Over the past several months we've talked to storage managers around the world and we have collected some interesting perspectives on how to handle “dead” space on the SAN that we would like to share.
First, let’s define the problem.
Users are deleting files on virtual disks and Windows deletes the file system pointers to the file. While Windows deletes the file nothing is communicated to the storage that the file is no longer valid and the space it occupies should now be free. As a result, the space that the file occupies on-disk is now inaccessible to the storage controller.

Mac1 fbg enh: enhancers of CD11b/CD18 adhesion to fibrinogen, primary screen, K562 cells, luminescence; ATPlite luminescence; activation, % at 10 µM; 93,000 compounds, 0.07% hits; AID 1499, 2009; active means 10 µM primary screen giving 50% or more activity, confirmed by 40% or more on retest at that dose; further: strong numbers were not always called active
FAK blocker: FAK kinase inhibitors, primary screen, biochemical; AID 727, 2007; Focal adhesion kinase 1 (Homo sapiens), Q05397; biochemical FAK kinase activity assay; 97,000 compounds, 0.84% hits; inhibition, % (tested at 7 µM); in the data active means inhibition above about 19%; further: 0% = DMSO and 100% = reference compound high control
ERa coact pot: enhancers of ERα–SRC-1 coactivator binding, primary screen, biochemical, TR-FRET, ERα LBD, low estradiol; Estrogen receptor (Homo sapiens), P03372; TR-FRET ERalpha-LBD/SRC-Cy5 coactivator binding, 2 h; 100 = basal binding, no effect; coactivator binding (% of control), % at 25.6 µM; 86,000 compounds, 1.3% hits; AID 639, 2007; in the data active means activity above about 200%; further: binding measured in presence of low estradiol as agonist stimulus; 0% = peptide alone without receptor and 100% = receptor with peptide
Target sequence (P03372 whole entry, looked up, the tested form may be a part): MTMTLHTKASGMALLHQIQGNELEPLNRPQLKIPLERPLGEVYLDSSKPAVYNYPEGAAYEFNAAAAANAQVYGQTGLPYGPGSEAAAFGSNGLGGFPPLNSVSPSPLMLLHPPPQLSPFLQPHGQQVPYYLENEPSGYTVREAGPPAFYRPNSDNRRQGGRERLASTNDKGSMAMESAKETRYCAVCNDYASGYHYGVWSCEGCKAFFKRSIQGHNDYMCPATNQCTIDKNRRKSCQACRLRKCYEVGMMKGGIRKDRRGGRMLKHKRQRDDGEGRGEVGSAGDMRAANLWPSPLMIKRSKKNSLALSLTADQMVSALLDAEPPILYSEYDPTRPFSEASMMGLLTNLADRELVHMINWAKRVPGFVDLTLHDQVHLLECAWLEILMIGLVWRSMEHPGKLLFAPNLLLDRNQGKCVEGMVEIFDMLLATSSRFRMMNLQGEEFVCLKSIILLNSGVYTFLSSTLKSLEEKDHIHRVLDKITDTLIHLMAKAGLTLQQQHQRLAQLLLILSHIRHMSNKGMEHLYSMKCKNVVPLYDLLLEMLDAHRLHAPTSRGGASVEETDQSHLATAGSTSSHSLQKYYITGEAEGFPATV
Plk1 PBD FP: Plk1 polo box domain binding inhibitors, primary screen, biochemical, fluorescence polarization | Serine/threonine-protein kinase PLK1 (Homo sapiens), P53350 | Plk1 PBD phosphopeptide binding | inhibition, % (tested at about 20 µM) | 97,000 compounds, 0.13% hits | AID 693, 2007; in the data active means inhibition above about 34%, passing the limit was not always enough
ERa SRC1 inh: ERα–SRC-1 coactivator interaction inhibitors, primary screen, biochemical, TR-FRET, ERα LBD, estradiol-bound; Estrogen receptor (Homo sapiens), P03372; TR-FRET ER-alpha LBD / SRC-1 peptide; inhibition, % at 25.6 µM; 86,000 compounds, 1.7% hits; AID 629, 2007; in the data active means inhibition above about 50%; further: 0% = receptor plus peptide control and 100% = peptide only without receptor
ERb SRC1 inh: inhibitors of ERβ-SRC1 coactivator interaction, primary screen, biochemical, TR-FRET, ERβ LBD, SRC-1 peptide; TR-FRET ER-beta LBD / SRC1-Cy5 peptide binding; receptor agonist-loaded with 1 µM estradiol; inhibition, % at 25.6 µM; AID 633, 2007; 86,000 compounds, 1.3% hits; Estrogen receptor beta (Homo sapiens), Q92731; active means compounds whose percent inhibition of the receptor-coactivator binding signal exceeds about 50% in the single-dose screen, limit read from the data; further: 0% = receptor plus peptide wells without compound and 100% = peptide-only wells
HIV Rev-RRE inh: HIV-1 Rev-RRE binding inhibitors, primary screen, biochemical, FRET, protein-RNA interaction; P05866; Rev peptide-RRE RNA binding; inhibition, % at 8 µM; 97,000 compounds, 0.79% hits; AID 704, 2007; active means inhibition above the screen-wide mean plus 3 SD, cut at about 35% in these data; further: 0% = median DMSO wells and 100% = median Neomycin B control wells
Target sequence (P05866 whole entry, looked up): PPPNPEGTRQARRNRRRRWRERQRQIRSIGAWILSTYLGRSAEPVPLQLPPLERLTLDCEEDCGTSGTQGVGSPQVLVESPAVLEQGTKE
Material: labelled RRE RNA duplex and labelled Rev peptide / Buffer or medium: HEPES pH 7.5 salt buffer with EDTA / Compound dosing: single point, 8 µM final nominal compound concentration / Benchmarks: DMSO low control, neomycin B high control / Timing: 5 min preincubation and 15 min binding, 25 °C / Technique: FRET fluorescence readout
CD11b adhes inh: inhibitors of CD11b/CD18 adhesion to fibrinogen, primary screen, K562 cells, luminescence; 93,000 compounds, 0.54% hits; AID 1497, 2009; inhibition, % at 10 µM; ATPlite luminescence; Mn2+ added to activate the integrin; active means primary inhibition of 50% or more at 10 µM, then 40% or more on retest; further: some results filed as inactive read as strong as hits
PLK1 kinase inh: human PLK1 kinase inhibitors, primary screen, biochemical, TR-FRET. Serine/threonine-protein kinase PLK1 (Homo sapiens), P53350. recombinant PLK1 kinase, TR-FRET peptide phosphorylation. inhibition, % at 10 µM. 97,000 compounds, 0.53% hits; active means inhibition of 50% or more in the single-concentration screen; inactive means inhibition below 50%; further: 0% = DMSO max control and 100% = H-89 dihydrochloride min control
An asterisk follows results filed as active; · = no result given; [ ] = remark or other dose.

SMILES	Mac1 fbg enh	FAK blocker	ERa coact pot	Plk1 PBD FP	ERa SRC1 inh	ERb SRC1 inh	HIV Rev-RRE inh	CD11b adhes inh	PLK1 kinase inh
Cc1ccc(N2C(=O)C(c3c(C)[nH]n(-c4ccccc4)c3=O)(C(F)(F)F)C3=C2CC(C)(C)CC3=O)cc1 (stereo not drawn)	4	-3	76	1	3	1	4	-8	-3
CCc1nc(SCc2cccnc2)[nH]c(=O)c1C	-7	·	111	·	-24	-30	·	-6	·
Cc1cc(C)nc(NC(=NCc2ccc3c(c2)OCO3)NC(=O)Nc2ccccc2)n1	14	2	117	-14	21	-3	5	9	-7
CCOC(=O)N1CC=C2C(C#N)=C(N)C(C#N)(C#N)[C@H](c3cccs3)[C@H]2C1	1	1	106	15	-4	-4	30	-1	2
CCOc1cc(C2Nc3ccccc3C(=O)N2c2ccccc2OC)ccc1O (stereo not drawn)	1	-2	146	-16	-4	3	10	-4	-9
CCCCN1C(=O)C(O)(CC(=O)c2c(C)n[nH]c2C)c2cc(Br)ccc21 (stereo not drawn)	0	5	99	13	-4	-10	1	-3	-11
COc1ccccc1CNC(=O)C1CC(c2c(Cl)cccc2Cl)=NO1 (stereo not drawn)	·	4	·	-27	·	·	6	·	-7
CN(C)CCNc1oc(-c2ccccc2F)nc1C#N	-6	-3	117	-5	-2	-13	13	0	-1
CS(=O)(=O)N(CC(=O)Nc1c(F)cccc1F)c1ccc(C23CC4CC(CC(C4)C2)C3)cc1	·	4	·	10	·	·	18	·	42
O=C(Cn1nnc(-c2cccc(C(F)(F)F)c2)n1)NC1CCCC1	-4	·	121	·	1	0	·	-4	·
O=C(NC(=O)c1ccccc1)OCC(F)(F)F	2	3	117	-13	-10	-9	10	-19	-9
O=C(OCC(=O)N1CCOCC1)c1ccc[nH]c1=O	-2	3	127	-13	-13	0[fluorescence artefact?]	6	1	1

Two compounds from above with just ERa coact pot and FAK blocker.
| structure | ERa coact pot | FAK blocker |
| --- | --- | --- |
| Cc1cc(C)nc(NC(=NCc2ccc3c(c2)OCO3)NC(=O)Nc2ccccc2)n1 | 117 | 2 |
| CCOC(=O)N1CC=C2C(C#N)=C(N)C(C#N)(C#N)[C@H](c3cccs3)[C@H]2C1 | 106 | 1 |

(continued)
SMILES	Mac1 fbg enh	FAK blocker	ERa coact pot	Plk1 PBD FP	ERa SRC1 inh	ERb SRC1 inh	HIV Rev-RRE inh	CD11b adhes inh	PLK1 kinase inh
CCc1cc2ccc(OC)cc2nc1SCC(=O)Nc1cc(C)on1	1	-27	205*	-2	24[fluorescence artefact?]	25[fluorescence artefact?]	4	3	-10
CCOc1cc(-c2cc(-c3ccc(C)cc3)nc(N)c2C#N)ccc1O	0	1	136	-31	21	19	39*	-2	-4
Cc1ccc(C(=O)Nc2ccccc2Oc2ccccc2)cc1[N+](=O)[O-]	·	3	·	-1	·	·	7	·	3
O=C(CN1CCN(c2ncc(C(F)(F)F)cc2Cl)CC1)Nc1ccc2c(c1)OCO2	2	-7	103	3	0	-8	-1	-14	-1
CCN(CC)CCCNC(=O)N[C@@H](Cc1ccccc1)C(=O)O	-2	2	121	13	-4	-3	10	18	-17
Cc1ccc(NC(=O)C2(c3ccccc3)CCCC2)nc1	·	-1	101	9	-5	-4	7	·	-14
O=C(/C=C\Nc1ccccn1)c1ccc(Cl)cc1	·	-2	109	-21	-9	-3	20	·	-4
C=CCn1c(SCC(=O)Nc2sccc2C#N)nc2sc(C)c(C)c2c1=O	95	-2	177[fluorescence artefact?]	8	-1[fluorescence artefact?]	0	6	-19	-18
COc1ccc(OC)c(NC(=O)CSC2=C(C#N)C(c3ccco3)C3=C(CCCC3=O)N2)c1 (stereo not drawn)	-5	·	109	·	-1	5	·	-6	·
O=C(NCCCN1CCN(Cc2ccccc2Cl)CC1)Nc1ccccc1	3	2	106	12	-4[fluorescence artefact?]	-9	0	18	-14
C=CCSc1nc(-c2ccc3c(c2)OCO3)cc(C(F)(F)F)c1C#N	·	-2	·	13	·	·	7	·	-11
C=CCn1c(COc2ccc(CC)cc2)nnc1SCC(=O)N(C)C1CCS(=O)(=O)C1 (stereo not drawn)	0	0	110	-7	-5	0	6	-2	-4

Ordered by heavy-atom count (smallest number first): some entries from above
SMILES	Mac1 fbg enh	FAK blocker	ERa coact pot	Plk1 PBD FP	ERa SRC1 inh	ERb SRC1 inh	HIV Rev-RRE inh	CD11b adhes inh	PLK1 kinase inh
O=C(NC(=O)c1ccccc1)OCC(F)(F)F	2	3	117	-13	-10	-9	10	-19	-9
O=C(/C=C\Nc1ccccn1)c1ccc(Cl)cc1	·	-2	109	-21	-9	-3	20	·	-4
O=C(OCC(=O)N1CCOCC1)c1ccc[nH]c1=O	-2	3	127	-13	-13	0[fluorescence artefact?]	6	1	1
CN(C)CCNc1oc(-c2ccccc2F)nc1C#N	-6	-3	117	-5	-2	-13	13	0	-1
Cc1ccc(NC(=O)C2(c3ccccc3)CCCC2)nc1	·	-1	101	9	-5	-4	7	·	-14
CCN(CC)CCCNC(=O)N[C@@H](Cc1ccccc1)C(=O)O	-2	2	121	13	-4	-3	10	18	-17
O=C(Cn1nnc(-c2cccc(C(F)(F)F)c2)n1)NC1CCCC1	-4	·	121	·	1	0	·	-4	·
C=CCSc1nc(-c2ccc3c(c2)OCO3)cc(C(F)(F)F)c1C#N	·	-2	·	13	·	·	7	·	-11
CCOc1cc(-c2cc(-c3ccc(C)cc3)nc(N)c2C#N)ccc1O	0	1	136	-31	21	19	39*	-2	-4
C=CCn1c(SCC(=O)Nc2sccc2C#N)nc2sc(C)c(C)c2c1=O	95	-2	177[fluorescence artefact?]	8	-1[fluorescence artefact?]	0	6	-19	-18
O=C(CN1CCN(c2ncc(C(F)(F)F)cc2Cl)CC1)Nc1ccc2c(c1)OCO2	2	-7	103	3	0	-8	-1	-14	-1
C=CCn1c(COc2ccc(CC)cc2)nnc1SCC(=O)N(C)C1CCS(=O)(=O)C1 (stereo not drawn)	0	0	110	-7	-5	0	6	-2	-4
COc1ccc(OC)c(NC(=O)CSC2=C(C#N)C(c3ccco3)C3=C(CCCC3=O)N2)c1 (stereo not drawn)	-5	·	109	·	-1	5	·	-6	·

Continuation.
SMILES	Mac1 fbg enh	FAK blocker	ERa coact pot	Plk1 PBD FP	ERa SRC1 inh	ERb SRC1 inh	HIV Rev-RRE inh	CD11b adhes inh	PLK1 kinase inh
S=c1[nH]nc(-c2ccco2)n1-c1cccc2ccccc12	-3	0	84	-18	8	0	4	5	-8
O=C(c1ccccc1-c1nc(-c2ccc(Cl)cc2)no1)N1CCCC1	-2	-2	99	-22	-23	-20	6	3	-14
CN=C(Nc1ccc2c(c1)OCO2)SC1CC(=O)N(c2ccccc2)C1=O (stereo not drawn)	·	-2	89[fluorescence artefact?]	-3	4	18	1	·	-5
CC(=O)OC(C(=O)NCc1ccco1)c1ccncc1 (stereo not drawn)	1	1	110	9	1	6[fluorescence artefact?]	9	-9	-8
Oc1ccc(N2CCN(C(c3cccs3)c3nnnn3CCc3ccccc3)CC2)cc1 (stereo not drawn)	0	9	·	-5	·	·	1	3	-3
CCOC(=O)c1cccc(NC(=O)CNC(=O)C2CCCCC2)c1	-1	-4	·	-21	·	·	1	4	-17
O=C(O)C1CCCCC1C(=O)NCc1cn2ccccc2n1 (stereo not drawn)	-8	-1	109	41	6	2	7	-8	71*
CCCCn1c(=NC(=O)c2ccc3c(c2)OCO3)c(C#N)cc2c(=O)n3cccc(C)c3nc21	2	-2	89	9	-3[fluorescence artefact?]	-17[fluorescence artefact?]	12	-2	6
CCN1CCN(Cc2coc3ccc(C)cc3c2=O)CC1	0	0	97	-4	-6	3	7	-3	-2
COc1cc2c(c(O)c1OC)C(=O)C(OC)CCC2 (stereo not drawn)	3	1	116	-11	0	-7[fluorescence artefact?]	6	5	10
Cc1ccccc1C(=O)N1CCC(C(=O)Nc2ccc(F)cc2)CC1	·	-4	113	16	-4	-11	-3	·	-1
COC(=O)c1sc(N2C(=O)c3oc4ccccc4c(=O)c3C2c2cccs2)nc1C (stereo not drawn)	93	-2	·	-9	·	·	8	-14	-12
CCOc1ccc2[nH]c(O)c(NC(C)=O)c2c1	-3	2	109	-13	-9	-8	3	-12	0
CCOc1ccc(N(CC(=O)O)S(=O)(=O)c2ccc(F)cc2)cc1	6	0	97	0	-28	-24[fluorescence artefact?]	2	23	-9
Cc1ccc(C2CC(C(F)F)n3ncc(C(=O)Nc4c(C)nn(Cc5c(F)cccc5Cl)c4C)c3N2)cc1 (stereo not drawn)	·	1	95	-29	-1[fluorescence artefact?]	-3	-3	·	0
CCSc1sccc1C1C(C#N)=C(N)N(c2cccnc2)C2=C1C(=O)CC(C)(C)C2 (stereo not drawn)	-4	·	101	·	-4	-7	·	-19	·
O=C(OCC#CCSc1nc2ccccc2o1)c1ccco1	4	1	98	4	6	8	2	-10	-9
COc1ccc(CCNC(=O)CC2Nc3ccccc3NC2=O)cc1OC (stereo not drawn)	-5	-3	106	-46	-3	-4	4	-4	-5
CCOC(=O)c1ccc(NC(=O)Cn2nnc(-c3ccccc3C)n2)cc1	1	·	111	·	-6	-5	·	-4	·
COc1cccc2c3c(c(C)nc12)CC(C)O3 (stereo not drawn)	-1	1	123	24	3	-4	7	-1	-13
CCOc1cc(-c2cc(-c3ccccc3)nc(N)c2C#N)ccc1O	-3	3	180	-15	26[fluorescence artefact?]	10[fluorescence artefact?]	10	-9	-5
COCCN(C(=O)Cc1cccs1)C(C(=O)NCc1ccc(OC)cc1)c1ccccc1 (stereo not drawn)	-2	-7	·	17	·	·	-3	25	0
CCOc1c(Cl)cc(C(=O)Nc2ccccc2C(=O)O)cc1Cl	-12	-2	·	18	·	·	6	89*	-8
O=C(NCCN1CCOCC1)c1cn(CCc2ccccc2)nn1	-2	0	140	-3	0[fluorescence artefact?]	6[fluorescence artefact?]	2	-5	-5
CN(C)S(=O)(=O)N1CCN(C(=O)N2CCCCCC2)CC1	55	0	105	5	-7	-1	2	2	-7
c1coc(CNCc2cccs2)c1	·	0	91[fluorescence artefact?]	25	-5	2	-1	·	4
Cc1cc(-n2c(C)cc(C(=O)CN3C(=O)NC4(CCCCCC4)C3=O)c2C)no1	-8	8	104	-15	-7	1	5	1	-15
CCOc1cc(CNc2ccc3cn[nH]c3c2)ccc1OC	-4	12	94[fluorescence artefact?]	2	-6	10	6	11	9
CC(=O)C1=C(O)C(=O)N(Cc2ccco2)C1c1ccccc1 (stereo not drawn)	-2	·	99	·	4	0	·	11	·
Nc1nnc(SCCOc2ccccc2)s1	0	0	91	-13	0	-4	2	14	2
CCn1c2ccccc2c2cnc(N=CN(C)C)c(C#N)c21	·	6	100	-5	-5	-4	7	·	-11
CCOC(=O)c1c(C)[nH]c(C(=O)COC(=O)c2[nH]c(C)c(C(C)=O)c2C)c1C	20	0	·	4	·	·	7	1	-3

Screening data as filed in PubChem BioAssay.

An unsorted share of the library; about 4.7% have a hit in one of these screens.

Whenever a user deletes a file it adds to the amount of inaccessible (dead) space on the SAN and this space will continue to grow until something is done about it. Storage vendors have built Zero Detection and UNMAP recognition into their hardware to reclaim space, but they have not provided any tools for the identification of the candidate dead space in the guest systems where the problem originates. The decision on what to do on the guest is up to the individual administrators.
To read more, download whitepaper: Managing Your Dead SAN Space Problem: 4 Options, 1 Solution